• According to the Global Peace Index, Iceland is the safest country globally for the 13th year in a row. In 2020, the homicide rate for Iceland was 1.5 cases per 100,000 population. But there can be theft and burglary
  • When constructions take place in certain lava fields of the country, there is a special spokesperson for the elves. In the past constructions were closed again due to not disturbing the elves’ territory.

Of course, there is much more to know, but now you may understand my fascination for that country. But enough with words, let’s let pictures speak!

Volcano creator, hot steams coming from the ground, hot springs, and endless lava fields that often end in cliffs at the Atlantic ocean shape the landscape. We also visited the largest lava tube of the island.

Gigantic and magical waterfalls are everywhere. You cannot escape them wherever you drive:

Whether you believe in fairies and trolls or not, when you walk into caves or look at the gigantic basalt cliffs and rock formations you may consider them to exist. However, the caves are impressive:

Magical nature and animals that are allowed to live as good as undisturbed in their natural habitat:

Walking between the American and the Eurasien continetal plate:

One time we stayed at a small but extremely cozy hotel somewhere in nowhere. We drove about an hour over a gravel road to get there. The only beings we met were sheep:

We had one clear night when at the same time, the Northern Lights were active. It was one of the things on my bucket list I wanted to see once in my life, and here they were. An unforgettable experience:

Of course, we also visited the Capital, Reykjavik, and some small shore villages. You know, when there is a church and three houses, it already makes a village. Here are some impressions of Reykjavik:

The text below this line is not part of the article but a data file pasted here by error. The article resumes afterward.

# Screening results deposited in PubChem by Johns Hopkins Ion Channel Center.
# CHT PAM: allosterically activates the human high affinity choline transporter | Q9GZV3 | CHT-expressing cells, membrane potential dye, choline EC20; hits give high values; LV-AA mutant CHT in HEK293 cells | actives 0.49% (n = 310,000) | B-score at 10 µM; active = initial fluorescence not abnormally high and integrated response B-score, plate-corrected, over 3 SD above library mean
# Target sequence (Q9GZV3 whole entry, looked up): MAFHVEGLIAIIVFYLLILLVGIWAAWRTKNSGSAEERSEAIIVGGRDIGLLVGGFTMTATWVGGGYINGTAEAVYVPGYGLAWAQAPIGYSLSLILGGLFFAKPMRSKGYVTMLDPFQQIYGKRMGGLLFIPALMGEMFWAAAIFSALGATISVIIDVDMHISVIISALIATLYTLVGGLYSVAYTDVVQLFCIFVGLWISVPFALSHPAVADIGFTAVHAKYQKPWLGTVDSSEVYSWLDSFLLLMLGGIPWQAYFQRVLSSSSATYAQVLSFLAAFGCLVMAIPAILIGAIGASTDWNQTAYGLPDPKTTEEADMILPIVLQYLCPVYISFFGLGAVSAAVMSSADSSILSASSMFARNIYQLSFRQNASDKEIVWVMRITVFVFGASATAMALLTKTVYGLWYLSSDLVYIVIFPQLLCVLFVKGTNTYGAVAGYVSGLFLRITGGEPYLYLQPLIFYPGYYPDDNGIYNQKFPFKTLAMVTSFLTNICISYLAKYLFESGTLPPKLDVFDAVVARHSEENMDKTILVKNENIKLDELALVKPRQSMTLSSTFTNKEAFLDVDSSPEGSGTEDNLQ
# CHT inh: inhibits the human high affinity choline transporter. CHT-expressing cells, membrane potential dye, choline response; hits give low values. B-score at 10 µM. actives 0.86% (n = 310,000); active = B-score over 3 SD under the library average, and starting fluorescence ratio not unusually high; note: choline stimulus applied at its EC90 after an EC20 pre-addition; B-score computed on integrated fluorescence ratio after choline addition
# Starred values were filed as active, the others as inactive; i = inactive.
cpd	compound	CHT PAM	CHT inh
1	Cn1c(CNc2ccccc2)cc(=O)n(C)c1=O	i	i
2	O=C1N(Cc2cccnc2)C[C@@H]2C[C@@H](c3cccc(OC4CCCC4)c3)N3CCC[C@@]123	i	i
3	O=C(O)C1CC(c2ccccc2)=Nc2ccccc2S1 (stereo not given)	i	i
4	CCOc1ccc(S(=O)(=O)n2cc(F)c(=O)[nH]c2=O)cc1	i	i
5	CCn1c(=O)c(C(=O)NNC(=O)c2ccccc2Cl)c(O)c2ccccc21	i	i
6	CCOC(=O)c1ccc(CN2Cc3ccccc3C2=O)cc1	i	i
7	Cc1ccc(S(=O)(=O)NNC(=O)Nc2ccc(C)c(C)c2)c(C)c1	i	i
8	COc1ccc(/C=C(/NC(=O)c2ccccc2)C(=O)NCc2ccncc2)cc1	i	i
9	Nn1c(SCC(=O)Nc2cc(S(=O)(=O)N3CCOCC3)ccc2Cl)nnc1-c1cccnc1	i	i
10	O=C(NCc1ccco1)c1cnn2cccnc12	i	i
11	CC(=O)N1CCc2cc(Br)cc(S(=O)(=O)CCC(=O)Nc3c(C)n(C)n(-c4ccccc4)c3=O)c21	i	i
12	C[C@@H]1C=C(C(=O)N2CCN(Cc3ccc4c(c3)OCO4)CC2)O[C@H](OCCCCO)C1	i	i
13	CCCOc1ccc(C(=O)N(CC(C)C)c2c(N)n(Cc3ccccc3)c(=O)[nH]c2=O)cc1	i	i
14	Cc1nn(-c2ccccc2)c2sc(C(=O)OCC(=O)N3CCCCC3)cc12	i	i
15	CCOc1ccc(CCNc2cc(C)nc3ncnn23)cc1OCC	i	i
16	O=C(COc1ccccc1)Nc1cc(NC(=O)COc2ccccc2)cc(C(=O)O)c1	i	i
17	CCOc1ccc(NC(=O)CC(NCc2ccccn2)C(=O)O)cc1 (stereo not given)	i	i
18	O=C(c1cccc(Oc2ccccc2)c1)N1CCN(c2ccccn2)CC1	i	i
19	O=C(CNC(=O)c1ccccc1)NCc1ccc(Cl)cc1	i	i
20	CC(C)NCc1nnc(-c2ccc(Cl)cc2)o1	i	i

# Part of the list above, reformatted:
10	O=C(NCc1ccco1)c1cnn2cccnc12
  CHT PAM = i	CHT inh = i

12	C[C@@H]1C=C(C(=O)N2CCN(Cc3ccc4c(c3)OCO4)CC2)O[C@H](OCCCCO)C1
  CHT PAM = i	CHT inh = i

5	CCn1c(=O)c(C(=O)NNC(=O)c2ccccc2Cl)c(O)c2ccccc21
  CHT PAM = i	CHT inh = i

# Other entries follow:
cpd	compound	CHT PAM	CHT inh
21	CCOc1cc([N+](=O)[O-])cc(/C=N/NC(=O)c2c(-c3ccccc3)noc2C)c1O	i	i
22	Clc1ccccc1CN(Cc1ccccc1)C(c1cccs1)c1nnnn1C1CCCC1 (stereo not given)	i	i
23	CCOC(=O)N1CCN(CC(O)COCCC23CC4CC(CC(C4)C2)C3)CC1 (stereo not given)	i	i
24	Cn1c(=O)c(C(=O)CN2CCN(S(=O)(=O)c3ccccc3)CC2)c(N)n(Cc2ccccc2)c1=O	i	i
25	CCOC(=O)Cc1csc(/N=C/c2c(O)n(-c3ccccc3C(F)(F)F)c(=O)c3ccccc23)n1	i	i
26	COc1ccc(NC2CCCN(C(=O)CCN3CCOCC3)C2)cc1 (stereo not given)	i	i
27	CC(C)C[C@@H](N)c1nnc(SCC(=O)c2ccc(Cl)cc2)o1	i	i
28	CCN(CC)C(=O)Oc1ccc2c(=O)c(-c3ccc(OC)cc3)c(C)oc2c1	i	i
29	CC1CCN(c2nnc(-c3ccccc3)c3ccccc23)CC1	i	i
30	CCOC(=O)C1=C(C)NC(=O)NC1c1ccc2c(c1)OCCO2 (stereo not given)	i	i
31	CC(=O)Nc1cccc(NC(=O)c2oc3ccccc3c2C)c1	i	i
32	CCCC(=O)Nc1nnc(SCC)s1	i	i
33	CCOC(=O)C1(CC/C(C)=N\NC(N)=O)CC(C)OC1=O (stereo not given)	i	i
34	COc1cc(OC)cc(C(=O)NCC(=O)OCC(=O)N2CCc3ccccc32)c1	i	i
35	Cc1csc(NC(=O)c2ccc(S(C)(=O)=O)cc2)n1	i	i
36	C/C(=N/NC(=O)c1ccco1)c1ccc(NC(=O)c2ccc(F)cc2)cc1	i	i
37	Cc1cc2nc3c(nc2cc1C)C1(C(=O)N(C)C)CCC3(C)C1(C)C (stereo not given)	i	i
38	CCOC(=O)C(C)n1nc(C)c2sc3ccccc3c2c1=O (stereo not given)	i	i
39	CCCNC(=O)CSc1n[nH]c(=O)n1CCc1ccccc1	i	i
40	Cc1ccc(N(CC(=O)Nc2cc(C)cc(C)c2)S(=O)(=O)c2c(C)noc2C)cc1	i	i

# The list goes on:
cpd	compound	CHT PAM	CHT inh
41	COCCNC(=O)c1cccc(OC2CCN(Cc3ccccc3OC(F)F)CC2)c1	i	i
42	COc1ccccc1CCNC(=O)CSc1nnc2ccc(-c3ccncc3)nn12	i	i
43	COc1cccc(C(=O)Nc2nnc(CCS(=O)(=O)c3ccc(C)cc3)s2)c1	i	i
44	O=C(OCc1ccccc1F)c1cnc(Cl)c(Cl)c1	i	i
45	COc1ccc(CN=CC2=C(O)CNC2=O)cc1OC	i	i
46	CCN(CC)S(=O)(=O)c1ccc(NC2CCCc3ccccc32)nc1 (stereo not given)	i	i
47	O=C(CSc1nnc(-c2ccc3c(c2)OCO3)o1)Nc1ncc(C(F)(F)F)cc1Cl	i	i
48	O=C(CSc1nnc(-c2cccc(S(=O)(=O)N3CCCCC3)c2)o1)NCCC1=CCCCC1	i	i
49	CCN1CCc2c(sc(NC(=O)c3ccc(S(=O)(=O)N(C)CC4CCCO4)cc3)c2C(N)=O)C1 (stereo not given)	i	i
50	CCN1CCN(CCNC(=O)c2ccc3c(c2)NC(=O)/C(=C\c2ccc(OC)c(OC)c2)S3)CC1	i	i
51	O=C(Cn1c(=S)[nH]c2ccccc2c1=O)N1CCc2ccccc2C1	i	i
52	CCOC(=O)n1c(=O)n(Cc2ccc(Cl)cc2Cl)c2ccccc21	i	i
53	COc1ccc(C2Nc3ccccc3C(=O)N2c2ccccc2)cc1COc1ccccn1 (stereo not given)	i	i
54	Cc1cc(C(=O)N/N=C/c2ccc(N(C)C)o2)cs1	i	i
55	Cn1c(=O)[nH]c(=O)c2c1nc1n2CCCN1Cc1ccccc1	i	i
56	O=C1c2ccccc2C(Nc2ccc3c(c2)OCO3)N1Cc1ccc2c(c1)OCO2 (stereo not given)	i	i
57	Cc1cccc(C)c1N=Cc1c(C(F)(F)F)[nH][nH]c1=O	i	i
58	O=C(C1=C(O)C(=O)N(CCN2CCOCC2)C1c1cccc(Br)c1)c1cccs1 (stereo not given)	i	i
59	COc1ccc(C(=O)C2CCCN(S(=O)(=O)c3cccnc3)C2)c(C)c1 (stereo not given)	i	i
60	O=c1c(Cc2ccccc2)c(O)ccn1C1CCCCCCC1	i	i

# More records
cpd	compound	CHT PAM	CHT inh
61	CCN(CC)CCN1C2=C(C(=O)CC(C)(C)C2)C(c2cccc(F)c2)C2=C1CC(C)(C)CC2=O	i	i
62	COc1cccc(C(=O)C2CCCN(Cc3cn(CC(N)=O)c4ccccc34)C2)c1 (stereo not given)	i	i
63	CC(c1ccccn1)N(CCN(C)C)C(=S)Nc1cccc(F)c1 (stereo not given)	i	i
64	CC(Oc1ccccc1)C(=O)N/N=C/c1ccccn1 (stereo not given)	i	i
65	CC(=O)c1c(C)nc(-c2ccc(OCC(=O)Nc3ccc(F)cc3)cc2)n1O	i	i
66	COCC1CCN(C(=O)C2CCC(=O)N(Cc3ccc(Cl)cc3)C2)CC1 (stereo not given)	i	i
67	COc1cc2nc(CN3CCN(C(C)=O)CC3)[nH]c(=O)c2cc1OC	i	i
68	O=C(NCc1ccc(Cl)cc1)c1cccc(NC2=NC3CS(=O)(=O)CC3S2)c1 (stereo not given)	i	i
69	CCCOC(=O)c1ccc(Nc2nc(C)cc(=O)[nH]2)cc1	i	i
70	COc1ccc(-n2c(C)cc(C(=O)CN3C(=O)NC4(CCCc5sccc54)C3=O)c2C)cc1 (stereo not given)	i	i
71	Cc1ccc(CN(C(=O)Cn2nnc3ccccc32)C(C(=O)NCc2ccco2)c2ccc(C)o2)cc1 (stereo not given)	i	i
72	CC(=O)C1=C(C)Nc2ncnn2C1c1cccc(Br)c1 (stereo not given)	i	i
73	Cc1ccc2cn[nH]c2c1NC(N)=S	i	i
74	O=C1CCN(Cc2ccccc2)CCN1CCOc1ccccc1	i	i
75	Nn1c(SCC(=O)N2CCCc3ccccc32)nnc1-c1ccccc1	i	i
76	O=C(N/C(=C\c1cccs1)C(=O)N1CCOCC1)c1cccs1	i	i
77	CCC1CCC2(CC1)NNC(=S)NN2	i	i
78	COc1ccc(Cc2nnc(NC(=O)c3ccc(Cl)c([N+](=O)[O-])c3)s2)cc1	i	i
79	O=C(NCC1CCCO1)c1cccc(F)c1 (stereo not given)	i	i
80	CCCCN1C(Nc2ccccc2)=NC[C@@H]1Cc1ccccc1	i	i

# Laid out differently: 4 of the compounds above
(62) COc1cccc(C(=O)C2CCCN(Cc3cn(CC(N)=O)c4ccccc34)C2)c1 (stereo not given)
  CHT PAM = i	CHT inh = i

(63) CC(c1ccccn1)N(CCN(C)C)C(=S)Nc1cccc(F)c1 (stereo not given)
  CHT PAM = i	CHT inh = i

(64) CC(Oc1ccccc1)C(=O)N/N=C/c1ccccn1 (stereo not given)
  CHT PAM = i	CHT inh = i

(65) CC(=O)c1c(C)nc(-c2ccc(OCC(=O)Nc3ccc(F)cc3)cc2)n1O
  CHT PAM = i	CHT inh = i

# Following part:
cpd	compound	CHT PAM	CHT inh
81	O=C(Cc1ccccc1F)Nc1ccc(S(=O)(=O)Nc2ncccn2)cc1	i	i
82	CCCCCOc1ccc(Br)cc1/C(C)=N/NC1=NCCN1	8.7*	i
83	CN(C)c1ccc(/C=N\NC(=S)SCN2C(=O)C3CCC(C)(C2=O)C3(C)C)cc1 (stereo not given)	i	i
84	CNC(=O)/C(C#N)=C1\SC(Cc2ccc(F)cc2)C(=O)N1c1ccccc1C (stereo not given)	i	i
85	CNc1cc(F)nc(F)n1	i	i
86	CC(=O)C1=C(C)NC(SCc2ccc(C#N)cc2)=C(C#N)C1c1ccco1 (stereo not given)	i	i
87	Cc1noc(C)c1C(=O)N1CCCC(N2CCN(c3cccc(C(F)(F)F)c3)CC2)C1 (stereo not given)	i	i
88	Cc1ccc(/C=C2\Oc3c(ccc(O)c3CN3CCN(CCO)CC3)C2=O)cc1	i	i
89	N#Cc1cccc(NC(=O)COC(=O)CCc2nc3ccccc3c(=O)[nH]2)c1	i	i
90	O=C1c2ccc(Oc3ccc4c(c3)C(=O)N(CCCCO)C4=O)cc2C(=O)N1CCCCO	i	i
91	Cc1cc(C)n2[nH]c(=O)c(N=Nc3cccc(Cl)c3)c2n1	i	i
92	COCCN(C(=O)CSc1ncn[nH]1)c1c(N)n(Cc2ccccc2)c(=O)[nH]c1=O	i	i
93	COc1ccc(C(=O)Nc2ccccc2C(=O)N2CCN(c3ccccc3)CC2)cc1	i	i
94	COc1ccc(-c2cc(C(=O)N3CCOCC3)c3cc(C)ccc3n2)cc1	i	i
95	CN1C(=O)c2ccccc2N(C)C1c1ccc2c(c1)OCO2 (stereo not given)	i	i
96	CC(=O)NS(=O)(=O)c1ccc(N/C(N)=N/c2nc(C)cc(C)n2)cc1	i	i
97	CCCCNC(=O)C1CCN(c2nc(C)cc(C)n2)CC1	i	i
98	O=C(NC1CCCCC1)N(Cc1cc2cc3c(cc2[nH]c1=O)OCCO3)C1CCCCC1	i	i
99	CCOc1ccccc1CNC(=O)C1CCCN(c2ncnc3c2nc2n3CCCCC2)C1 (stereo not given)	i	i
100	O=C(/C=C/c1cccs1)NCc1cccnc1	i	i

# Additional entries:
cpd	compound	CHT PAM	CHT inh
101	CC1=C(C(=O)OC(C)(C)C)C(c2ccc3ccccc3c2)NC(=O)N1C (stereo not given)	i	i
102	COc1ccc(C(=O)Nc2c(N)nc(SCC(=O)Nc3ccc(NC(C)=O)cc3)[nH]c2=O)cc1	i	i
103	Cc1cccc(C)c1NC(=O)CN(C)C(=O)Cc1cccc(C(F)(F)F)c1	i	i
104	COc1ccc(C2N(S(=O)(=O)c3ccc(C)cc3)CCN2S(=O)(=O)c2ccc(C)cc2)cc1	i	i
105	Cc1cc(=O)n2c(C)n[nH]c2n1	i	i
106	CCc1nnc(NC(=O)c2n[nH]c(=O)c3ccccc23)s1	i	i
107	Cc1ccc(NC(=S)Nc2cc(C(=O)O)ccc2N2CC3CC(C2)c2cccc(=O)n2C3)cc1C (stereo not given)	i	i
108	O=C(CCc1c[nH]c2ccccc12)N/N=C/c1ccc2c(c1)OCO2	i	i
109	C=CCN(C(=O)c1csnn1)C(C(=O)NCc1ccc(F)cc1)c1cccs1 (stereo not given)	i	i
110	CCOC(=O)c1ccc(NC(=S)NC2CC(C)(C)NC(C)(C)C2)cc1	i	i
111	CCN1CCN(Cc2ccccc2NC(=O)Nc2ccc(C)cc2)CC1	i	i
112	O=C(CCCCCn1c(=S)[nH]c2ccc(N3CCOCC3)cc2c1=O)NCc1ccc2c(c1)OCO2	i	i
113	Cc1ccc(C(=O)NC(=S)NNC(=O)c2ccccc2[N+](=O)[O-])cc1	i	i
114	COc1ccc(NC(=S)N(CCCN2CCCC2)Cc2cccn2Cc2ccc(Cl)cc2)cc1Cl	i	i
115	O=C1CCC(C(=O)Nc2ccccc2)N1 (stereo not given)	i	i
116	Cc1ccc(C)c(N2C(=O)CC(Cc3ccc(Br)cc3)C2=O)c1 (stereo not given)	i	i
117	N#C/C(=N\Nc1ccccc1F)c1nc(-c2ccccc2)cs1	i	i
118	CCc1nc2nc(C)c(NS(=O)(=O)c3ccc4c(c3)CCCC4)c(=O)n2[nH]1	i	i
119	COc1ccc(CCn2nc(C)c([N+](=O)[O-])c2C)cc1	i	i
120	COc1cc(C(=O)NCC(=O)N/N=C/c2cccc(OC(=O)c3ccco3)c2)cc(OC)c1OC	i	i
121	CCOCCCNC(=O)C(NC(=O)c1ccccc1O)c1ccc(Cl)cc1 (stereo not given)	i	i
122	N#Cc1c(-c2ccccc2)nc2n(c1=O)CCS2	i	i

I hope you enjoyed the little virtual trip to Iceland, and maybe it made you hungry for more. As I said, Iceland has been on my bucket list for years… and it still is.

In Love and Light

About the Author

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The purpose of my blog is to inspire and shine a light on the beauty and power of the wonderful being inside your body. You came into this world to share what only you can give. Remember who you really are, conquer the world the way you always wanted to, and become the blessing to us all that you were meant to be.

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Erika Kind, Travel, Vacation

37 Comments

It is stunning to think that you are walking between the continents. Seeing the Northern Lights was on top of my bucket list. I could hardly believe we could see them, most of all at that time of year. Wow!
I bet you would love this place, Hugh!

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Really? He must have loved it. What I can confirm is the peacefulness that is radiated from everything. Everything is just so pure and the Icelandic people take such good care that it stays like this. A beautiful togetherness between men and nature.

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Isn’t it interesting? The country is so different from every country I have ever been to. I am happy you enjoyed the photos and information. I am delighted that I could share this all.

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Believe me, often I had to check if my mouth was closed. That landscape is so different and – I cannot find a better word – magical. You stand in awe wherever you go. Thank you for coming along, Sylvester.